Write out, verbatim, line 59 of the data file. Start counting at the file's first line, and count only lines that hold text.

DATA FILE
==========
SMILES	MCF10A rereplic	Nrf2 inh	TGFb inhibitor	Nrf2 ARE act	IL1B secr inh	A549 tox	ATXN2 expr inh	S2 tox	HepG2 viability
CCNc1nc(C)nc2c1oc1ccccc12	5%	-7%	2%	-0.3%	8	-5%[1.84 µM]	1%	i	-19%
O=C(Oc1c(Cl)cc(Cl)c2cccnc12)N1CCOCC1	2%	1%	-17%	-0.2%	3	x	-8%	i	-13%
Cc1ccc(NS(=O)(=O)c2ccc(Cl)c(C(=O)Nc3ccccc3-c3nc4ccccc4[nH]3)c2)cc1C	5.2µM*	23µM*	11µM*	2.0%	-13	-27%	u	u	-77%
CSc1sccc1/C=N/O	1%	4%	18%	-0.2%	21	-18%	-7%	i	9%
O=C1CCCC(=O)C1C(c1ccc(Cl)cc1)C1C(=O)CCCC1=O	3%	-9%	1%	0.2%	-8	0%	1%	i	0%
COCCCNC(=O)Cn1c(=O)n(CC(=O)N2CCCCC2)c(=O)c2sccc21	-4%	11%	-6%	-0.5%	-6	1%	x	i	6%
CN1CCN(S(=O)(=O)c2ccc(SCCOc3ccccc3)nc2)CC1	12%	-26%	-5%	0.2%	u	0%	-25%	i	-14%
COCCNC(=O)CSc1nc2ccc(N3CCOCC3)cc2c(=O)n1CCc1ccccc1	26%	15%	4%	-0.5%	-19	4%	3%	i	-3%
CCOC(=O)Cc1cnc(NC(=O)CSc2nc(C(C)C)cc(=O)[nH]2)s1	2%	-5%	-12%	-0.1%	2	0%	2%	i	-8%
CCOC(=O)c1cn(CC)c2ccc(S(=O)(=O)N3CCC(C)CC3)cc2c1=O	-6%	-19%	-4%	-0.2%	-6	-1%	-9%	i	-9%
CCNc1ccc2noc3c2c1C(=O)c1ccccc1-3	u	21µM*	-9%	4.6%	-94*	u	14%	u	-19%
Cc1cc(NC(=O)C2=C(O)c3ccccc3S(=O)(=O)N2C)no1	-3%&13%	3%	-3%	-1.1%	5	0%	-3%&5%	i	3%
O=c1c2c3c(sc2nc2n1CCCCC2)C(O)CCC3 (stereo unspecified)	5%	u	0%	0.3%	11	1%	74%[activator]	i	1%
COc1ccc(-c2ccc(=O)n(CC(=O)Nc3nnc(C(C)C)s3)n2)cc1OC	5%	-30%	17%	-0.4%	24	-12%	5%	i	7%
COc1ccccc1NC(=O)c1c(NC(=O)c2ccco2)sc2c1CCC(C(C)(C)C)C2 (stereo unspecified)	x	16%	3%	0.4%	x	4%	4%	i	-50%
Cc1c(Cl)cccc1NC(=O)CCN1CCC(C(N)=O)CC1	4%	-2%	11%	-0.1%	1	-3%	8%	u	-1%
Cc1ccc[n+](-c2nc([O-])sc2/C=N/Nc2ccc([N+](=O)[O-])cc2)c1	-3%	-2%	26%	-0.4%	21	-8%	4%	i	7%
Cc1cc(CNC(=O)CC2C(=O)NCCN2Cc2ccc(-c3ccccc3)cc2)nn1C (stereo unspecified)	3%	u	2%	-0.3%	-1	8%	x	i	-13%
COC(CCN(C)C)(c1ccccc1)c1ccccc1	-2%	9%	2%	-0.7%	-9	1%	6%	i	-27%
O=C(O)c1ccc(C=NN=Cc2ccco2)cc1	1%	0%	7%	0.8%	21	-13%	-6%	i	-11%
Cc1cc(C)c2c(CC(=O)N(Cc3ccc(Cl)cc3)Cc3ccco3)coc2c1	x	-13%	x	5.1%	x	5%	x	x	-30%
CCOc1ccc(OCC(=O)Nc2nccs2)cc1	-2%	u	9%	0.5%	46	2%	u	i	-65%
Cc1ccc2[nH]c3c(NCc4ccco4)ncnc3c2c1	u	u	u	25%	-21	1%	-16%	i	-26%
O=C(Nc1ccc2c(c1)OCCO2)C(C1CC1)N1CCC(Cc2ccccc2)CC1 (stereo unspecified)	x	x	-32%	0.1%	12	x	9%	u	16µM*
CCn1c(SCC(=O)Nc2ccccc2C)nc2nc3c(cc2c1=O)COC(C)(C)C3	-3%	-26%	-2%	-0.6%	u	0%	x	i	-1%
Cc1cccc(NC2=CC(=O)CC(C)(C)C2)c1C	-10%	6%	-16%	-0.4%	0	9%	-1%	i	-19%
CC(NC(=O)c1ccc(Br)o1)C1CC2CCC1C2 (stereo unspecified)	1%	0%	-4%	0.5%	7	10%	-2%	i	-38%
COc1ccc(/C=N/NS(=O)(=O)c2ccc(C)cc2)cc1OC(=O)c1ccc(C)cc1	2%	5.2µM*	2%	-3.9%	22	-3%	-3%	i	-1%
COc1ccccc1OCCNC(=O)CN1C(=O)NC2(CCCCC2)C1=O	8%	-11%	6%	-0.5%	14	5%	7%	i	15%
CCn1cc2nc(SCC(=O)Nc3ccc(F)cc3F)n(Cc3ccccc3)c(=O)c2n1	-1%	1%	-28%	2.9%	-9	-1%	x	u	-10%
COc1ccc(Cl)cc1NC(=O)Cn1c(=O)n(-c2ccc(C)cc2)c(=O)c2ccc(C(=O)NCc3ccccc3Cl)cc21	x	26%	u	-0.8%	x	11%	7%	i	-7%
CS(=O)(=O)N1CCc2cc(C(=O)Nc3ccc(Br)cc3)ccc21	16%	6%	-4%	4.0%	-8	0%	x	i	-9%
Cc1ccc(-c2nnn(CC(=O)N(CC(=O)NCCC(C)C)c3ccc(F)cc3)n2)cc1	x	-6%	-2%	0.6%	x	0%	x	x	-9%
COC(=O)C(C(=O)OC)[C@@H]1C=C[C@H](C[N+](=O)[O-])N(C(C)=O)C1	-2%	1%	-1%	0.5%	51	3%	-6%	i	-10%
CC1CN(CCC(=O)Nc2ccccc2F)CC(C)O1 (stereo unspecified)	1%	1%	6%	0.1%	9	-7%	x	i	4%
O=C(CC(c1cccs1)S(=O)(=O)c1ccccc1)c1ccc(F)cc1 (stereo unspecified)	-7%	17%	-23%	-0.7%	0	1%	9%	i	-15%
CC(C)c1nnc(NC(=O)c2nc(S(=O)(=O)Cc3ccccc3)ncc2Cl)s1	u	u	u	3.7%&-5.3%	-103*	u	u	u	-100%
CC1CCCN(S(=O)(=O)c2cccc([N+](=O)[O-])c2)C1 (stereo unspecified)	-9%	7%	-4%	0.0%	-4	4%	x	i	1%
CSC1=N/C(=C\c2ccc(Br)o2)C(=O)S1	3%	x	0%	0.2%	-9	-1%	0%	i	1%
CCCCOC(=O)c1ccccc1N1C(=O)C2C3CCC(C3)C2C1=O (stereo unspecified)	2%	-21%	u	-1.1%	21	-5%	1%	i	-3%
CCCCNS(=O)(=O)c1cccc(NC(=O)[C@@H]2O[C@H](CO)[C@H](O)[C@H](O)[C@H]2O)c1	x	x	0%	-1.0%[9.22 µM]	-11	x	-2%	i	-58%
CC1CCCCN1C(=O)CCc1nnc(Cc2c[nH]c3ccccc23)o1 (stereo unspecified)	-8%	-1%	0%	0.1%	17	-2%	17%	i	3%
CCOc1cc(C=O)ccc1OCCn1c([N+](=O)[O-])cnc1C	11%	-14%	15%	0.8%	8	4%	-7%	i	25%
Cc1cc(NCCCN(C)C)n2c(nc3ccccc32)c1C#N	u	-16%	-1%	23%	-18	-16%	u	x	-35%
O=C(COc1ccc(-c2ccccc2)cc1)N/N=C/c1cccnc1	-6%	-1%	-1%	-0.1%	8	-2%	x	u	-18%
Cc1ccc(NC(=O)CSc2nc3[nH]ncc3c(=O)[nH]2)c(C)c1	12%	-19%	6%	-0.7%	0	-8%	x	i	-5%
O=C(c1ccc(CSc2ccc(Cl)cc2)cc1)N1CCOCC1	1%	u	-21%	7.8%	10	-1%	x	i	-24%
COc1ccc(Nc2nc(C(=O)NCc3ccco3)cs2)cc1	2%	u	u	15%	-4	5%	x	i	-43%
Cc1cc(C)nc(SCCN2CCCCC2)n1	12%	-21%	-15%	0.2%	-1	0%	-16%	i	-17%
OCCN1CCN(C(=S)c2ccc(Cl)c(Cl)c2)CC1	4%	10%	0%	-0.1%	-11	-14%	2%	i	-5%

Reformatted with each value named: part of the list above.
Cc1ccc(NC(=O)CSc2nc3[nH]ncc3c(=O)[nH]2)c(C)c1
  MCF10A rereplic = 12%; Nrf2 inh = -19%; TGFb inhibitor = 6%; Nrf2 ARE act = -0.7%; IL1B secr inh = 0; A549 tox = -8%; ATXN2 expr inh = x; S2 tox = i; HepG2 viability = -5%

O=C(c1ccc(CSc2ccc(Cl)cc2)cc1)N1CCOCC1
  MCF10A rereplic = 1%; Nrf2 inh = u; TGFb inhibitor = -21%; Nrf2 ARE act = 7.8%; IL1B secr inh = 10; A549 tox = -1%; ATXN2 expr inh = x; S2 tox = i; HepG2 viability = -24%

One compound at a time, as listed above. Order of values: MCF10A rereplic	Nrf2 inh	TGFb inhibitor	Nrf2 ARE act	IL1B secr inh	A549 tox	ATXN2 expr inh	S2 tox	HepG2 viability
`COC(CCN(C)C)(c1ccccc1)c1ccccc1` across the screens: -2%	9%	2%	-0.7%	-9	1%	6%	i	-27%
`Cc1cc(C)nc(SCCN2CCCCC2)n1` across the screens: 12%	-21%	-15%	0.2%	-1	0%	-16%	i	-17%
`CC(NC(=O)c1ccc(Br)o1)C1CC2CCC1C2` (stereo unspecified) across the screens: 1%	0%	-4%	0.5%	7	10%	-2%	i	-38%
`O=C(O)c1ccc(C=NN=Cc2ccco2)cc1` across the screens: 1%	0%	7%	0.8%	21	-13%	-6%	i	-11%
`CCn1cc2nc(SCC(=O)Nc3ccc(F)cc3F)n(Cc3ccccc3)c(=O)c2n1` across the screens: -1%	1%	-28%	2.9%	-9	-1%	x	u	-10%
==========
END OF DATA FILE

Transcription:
`Cc1cc(C)nc(SCCN2CCCCC2)n1` across the screens: 12%	-21%	-15%	0.2%	-1	0%	-16%	i	-17%